Few countries are better located from a strategic standpoint than Turkey. Acting as the gateway between southeast Europe and the Middle East, being able to navigate the country’s legal and regulatory system is imperative when planning largescale energy and pipeline projects such as recently inaugurated TANAP.
The Trans-Anatolian Natural Gas Pipeline (TANAP) is a project that plays an important part in Turkey’s developing infrastructure. It has strategic importance to both Azerbaijan and Turkey, enabling the first Azerbaijani gas exports to be delivered to Europe and strengthening Turkey’s position as a regional energy hub.
TANAP runs from the Turkish border with Georgia, through 20 Turkish provinces, until it ends up at the Greek border in Edirne.
Alongside the South Caucasus Pipeline (SCP) and the Trans-Adriatic Pipeline (TAP), TANAP forms the key constituent element of the Southern Gas Corridor, connecting the Shah Deniz gas field in Azerbaijan to Turkey and Europe. As a project, TANAP aims to bring natural gas that is produced from Azerbaijan’s Shah Deniz-2 gas field, and other areas of the Caspian Sea, primarily to Turkey, but also to different European countries.
Construction of the pipeline, which is 1,144 miles long, began in March 2015 and was officially inaugurated in June 2018. Given its enormous size, it is no surprise that the financing and production figures for TANAP are equally remarkable. The pipeline will eventually be completed at a cost $8.5bn with part of the funding ($800m) supplied by the International Bank for Reconstruction and Development.
According to TANAP’s main shareholder, SOCAR, one billion cubic meters of gas was delivered to Turkey by the pipeline in 2018. This year, that figure is anticipated to rise to two billion cubic meters, reaching four billion in 2020, and six billion in 2021.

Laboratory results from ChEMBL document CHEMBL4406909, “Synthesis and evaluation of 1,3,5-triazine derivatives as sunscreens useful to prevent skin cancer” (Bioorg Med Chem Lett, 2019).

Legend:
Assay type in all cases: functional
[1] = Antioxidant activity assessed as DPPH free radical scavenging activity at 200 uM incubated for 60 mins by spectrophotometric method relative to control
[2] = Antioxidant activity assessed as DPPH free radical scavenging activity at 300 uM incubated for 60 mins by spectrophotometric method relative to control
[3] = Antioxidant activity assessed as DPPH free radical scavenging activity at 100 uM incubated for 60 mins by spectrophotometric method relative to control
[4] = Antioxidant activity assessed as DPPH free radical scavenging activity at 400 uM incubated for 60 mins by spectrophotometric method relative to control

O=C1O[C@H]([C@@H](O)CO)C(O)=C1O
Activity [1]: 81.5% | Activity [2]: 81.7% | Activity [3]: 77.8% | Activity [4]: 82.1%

As with any project on this scale, its construction and operation involves multiple contractors and sub-contractors. In the context of Turkey, it also requires compliance with a variety of national regulations and regulatory authorities, which play a pivotal role in issuing the relevant licences that are required before construction and operation can begin.
In order to launch and develop a significant energy project like TANAP, a broad spread of legal as well as commercial considerations need to be undertaken in order to ensure that it meets Turkish legislative requirements.
From a legal perspective, many different aspects of Turkish law need to work in tandem to bring such a large and complex project to fruition. In addition to the various financing aspects, this includes: drafting vital engineering, procurement and construction (EPC) contracts, securing trademarks, managing the reputation of the project, complying with local energy laws, as well as multiple employment, environment and stakeholder engagement considerations.
Turkish Petroleum Law (TPL) is the main domestic legislation to be considered. This covers the terms and procedures regarding the regulation, management, provision of incentives for and auditing of petroleum exploration and production activities in Turkey, as well as the compilation, evaluation and provision of necessary information and data for exploration and production.
There are no onerous or unusual clauses in TPL: its overriding principle is that ‘the petroleum resources of the Republic of Turkey are rapidly, continuously and effectively explored, developed and produced by preserving the national interests.’